Narrowband ultraviolet B therapy in psoriasis: randomized double-blind comparison of high-dose and low-dose irradiation regimens.
until further notice
SourceBritish Journal of Dermatology, 161, 6, (2009), pp. 1351-1356
Article / Letter to editor
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British Journal of Dermatology
SubjectN4i 1: Pathogenesis and modulation of inflammation; N4i 4: Auto-immunity, transplantation and immunotherapy; NCEBP 2: Evaluation of complex medical interventions; NCEBP 8: Psychological determinants of chronic illness; NCMLS 2: Immune Regulation; ONCOL 3: Translational research; NCEBP 8: Psychological determinants of chronic illness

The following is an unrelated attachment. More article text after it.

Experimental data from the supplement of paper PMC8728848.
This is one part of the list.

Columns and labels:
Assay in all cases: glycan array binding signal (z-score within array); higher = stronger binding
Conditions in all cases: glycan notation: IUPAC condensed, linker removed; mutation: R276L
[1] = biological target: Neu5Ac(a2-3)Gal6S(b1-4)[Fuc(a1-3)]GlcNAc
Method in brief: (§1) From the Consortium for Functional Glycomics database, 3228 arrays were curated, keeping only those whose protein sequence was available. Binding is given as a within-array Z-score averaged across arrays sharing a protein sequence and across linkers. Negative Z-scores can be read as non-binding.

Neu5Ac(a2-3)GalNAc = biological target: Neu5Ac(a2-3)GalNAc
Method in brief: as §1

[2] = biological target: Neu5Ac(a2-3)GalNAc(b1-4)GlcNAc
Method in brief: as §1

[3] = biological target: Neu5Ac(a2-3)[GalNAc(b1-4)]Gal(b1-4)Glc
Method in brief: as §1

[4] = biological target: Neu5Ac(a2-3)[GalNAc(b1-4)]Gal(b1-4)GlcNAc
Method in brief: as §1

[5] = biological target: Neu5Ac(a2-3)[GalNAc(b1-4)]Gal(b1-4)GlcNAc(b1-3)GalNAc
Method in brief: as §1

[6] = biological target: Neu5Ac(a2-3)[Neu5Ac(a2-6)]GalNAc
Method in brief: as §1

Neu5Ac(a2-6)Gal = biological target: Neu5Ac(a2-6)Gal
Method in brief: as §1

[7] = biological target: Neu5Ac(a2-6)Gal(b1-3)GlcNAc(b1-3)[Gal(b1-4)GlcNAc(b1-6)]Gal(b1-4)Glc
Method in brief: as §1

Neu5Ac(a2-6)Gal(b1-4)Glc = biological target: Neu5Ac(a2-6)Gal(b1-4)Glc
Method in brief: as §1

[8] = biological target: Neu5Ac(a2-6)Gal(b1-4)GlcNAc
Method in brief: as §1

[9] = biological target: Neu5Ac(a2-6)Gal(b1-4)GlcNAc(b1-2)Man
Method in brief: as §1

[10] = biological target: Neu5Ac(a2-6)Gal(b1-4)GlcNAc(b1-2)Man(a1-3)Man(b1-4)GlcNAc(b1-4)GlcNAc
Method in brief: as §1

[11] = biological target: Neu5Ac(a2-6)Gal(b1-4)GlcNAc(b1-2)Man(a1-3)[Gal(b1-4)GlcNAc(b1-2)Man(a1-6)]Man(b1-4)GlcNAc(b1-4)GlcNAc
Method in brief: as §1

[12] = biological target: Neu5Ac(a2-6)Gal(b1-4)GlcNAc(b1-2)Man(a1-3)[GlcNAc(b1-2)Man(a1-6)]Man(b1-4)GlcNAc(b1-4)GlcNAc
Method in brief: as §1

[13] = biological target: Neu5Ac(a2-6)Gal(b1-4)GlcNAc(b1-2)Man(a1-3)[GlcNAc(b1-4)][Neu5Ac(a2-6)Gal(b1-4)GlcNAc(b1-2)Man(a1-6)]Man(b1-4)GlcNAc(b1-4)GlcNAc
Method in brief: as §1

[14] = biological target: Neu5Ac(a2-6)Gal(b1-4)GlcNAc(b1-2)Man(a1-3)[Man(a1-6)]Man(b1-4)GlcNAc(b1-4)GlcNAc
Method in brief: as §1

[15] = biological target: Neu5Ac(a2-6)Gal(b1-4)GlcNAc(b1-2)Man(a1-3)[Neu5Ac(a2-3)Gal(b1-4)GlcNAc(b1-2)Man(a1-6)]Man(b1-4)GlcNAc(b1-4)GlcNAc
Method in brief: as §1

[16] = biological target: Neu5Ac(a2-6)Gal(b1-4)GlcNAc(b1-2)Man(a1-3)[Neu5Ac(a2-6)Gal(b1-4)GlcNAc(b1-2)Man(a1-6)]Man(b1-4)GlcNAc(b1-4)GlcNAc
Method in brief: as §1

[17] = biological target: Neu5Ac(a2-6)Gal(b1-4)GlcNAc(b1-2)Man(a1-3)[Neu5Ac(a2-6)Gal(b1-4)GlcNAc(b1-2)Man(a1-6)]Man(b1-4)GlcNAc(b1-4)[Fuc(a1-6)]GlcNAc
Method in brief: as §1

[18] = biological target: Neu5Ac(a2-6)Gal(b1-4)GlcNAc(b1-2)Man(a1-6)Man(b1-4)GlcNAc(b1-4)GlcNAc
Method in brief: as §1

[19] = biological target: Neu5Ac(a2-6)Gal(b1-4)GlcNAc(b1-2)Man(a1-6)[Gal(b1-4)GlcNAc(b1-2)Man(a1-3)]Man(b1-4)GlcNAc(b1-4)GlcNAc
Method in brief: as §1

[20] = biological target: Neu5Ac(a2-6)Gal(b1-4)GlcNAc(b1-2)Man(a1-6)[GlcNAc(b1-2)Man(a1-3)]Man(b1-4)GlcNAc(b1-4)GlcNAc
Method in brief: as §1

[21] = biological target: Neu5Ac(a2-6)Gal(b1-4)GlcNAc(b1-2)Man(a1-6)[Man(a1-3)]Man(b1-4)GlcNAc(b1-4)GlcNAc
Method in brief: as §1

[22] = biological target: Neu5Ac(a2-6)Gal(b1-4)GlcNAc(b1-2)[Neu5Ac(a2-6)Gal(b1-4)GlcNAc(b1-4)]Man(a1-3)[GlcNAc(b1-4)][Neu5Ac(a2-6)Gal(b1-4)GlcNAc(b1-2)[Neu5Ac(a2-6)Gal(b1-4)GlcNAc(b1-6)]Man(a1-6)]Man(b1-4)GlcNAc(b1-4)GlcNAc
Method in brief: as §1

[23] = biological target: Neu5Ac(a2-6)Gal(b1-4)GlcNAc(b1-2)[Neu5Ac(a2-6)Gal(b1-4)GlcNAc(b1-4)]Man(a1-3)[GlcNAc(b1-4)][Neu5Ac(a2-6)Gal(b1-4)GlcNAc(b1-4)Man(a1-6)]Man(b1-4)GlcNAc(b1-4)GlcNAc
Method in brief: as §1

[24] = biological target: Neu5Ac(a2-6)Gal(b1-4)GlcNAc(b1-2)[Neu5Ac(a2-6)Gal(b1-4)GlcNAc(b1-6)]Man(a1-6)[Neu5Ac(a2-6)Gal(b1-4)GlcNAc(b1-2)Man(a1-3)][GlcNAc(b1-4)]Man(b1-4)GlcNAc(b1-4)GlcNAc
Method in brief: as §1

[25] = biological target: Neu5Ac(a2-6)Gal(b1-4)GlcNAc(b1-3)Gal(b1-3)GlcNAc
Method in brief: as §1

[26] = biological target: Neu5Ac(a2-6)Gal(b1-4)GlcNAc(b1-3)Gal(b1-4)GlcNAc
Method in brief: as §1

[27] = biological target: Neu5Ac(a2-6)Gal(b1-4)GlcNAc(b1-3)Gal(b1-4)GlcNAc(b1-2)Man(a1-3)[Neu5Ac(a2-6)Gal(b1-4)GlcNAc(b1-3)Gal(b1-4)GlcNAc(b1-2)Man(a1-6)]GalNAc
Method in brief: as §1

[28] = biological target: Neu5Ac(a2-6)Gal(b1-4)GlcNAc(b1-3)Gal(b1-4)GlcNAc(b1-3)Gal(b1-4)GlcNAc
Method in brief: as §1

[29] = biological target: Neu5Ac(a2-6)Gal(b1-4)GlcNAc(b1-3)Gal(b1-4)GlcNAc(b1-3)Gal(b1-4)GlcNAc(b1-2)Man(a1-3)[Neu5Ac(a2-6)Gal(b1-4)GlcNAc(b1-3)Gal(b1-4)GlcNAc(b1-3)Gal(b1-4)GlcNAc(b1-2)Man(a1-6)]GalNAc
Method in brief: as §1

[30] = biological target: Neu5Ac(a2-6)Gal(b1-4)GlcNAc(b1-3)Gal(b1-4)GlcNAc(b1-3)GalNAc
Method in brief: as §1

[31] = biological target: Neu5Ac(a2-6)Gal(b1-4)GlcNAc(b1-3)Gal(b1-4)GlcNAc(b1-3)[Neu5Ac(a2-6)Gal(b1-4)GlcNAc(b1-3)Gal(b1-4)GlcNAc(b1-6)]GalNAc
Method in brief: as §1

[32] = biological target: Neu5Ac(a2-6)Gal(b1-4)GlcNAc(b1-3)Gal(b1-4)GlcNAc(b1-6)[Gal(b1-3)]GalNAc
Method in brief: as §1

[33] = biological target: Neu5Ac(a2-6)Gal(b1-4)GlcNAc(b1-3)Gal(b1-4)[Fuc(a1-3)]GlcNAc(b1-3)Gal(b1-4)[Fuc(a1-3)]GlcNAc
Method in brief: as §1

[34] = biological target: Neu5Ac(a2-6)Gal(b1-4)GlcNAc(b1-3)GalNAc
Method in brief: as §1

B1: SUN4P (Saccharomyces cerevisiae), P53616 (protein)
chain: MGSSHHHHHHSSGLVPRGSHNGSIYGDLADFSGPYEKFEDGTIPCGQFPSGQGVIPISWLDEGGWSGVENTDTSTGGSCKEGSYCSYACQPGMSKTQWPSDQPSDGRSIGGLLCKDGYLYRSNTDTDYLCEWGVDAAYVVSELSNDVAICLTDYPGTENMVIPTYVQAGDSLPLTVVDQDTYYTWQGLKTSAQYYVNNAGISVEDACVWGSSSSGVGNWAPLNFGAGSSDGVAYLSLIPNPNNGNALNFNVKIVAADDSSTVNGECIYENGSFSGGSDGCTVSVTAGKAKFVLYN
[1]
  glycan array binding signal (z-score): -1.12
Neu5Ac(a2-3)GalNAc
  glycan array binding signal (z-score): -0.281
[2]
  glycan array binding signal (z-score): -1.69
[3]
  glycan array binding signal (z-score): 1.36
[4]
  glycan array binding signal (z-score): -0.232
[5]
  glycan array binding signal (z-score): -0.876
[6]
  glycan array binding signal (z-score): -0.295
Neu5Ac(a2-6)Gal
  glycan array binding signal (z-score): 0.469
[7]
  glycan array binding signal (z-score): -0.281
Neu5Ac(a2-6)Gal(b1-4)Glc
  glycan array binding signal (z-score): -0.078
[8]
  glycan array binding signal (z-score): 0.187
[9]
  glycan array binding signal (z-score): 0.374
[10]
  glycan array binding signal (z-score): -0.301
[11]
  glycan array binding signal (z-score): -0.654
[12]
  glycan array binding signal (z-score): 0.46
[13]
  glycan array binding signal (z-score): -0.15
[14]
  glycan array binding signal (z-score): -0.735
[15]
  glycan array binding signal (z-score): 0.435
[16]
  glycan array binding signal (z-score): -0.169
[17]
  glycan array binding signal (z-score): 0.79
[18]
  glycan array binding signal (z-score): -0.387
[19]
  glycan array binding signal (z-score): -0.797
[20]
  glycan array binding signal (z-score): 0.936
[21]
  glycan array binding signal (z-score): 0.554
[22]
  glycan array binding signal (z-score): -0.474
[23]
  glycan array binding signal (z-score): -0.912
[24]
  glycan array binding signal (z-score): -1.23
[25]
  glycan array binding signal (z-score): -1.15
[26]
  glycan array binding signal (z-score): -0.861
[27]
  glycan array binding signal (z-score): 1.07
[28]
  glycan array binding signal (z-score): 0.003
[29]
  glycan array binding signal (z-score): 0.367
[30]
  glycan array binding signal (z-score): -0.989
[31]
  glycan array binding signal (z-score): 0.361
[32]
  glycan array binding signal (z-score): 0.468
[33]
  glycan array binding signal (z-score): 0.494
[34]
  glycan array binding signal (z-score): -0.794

BACKGROUND: Ultraviolet (UV) B phototherapy is an established treatment option for psoriasis. The optimum dosage regimen still has to be determined. Within-subject comparisons do not take into account the systemic effects of UVB phototherapy. The area of the body treated with low-dose UVB may benefit from the systemic effects of the site treated with a higher UVB dose. OBJECTIVES: To study the time to clearance in patients with psoriasis in a randomized controlled trial, in which patients were treated with narrowband UVB in either a high-dose or a low-dose regimen. METHODS: One hundred and nine patients were randomized to a high-dose regimen (group 1) or to a low-dose regimen (group 2). Patients of group 1 and 2 were irradiated with 40% and with 20% incremental doses, respectively, three times weekly. Psoriasis Area and Severity Index (PASI) was measured at baseline and at every 4-week control visit. Treatment was stopped in cases of clearance (90% reduction of baseline PASI). RESULTS: No significant differences were found in the number of patients achieving clearance. The high-dosage scheme resulted in four fewer treatments with no significant differences in cumulative UV dose, although more protocol adjustments were required in the beginning of the study because of erythema. After 3 months a significantly better clinical outcome was seen after high-dose UVB therapy. CONCLUSIONS: High-dose UVB therapy results in fewer treatments with better long-term efficacy, with cost-effective benefits for hospital and patients. Therefore UVB phototherapy in a high-dose regimen for psoriasis is recommended. However, a protocol adjustment in the second week with a high-dose regimen is desirable to prevent erythema.
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